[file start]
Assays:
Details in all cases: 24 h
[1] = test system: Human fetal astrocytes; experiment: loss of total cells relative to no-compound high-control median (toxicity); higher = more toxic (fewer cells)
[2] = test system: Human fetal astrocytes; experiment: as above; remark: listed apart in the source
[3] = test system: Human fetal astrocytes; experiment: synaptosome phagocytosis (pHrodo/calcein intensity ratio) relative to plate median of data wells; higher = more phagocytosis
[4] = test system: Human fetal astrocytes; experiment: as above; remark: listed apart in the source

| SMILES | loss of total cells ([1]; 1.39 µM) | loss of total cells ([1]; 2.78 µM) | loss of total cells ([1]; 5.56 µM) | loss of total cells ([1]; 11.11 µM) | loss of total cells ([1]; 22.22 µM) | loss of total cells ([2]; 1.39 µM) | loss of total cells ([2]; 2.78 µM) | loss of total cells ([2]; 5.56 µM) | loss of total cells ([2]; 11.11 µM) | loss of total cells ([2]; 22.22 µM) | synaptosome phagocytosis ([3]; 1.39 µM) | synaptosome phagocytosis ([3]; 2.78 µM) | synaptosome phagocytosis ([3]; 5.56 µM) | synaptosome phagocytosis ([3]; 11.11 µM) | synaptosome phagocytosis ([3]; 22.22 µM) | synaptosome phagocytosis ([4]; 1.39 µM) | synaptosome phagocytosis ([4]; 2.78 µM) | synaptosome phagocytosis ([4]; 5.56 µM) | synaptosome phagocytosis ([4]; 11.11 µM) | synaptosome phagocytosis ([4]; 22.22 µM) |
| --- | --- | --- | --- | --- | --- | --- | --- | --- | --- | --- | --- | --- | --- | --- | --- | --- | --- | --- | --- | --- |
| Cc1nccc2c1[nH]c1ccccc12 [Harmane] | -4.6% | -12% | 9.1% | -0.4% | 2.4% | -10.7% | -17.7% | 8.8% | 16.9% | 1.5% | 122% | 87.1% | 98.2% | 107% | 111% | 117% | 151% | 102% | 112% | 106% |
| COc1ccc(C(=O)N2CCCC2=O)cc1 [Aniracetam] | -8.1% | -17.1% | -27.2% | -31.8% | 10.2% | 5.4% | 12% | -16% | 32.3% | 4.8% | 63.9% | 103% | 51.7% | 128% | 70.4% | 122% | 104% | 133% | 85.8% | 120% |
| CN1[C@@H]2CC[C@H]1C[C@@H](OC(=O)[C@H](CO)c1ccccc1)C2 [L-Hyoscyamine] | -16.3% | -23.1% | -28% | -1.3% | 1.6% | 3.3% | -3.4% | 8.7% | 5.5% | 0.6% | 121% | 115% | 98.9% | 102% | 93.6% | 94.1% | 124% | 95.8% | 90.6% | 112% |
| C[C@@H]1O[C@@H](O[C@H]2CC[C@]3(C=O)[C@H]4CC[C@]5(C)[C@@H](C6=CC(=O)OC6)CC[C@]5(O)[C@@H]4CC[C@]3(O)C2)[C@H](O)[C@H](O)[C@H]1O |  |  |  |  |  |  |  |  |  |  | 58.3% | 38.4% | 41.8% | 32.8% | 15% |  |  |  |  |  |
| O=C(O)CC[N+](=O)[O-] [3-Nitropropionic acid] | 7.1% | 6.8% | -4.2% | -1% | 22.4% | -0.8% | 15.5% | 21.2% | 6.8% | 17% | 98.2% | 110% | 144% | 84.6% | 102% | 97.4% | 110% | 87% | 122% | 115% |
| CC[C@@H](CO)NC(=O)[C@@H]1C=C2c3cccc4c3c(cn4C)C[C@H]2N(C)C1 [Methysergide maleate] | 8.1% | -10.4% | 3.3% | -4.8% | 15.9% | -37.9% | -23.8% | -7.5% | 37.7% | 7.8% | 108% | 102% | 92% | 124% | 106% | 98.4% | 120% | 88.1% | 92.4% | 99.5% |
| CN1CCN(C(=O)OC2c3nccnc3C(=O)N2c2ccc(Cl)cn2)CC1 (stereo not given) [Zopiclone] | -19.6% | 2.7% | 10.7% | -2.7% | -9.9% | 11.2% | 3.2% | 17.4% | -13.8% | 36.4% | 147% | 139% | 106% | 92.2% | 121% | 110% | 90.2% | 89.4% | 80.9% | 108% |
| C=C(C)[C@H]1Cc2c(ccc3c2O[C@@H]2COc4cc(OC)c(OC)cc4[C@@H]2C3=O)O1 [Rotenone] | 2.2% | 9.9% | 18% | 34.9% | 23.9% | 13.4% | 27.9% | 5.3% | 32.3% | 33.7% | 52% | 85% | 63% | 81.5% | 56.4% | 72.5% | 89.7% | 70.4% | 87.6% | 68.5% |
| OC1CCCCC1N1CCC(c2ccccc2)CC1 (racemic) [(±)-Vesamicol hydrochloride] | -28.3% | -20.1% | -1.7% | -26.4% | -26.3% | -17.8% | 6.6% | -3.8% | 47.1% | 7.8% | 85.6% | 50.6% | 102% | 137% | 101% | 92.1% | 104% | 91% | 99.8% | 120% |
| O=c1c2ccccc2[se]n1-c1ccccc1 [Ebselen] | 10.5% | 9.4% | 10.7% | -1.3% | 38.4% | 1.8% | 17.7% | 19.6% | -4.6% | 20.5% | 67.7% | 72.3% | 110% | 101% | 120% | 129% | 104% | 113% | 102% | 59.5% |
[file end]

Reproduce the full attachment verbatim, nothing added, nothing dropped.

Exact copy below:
Assays:
Details in all cases: 24 h
[1] = test system: Human fetal astrocytes; experiment: loss of total cells relative to no-compound high-control median (toxicity); higher = more toxic (fewer cells)
[2] = test system: Human fetal astrocytes; experiment: as above; remark: listed apart in the source
[3] = test system: Human fetal astrocytes; experiment: synaptosome phagocytosis (pHrodo/calcein intensity ratio) relative to plate median of data wells; higher = more phagocytosis
[4] = test system: Human fetal astrocytes; experiment: as above; remark: listed apart in the source

| SMILES | loss of total cells ([1]; 1.39 µM) | loss of total cells ([1]; 2.78 µM) | loss of total cells ([1]; 5.56 µM) | loss of total cells ([1]; 11.11 µM) | loss of total cells ([1]; 22.22 µM) | loss of total cells ([2]; 1.39 µM) | loss of total cells ([2]; 2.78 µM) | loss of total cells ([2]; 5.56 µM) | loss of total cells ([2]; 11.11 µM) | loss of total cells ([2]; 22.22 µM) | synaptosome phagocytosis ([3]; 1.39 µM) | synaptosome phagocytosis ([3]; 2.78 µM) | synaptosome phagocytosis ([3]; 5.56 µM) | synaptosome phagocytosis ([3]; 11.11 µM) | synaptosome phagocytosis ([3]; 22.22 µM) | synaptosome phagocytosis ([4]; 1.39 µM) | synaptosome phagocytosis ([4]; 2.78 µM) | synaptosome phagocytosis ([4]; 5.56 µM) | synaptosome phagocytosis ([4]; 11.11 µM) | synaptosome phagocytosis ([4]; 22.22 µM) |
| --- | --- | --- | --- | --- | --- | --- | --- | --- | --- | --- | --- | --- | --- | --- | --- | --- | --- | --- | --- | --- |
| Cc1nccc2c1[nH]c1ccccc12 [Harmane] | -4.6% | -12% | 9.1% | -0.4% | 2.4% | -10.7% | -17.7% | 8.8% | 16.9% | 1.5% | 122% | 87.1% | 98.2% | 107% | 111% | 117% | 151% | 102% | 112% | 106% |
| COc1ccc(C(=O)N2CCCC2=O)cc1 [Aniracetam] | -8.1% | -17.1% | -27.2% | -31.8% | 10.2% | 5.4% | 12% | -16% | 32.3% | 4.8% | 63.9% | 103% | 51.7% | 128% | 70.4% | 122% | 104% | 133% | 85.8% | 120% |
| CN1[C@@H]2CC[C@H]1C[C@@H](OC(=O)[C@H](CO)c1ccccc1)C2 [L-Hyoscyamine] | -16.3% | -23.1% | -28% | -1.3% | 1.6% | 3.3% | -3.4% | 8.7% | 5.5% | 0.6% | 121% | 115% | 98.9% | 102% | 93.6% | 94.1% | 124% | 95.8% | 90.6% | 112% |
| C[C@@H]1O[C@@H](O[C@H]2CC[C@]3(C=O)[C@H]4CC[C@]5(C)[C@@H](C6=CC(=O)OC6)CC[C@]5(O)[C@@H]4CC[C@]3(O)C2)[C@H](O)[C@H](O)[C@H]1O |  |  |  |  |  |  |  |  |  |  | 58.3% | 38.4% | 41.8% | 32.8% | 15% |  |  |  |  |  |
| O=C(O)CC[N+](=O)[O-] [3-Nitropropionic acid] | 7.1% | 6.8% | -4.2% | -1% | 22.4% | -0.8% | 15.5% | 21.2% | 6.8% | 17% | 98.2% | 110% | 144% | 84.6% | 102% | 97.4% | 110% | 87% | 122% | 115% |
| CC[C@@H](CO)NC(=O)[C@@H]1C=C2c3cccc4c3c(cn4C)C[C@H]2N(C)C1 [Methysergide maleate] | 8.1% | -10.4% | 3.3% | -4.8% | 15.9% | -37.9% | -23.8% | -7.5% | 37.7% | 7.8% | 108% | 102% | 92% | 124% | 106% | 98.4% | 120% | 88.1% | 92.4% | 99.5% |
| CN1CCN(C(=O)OC2c3nccnc3C(=O)N2c2ccc(Cl)cn2)CC1 (stereo not given) [Zopiclone] | -19.6% | 2.7% | 10.7% | -2.7% | -9.9% | 11.2% | 3.2% | 17.4% | -13.8% | 36.4% | 147% | 139% | 106% | 92.2% | 121% | 110% | 90.2% | 89.4% | 80.9% | 108% |
| C=C(C)[C@H]1Cc2c(ccc3c2O[C@@H]2COc4cc(OC)c(OC)cc4[C@@H]2C3=O)O1 [Rotenone] | 2.2% | 9.9% | 18% | 34.9% | 23.9% | 13.4% | 27.9% | 5.3% | 32.3% | 33.7% | 52% | 85% | 63% | 81.5% | 56.4% | 72.5% | 89.7% | 70.4% | 87.6% | 68.5% |
| OC1CCCCC1N1CCC(c2ccccc2)CC1 (racemic) [(±)-Vesamicol hydrochloride] | -28.3% | -20.1% | -1.7% | -26.4% | -26.3% | -17.8% | 6.6% | -3.8% | 47.1% | 7.8% | 85.6% | 50.6% | 102% | 137% | 101% | 92.1% | 104% | 91% | 99.8% | 120% |
| O=c1c2ccccc2[se]n1-c1ccccc1 [Ebselen] | 10.5% | 9.4% | 10.7% | -1.3% | 38.4% | 1.8% | 17.7% | 19.6% | -4.6% | 20.5% | 67.7% | 72.3% | 110% | 101% | 120% | 129% | 104% | 113% | 102% | 59.5% |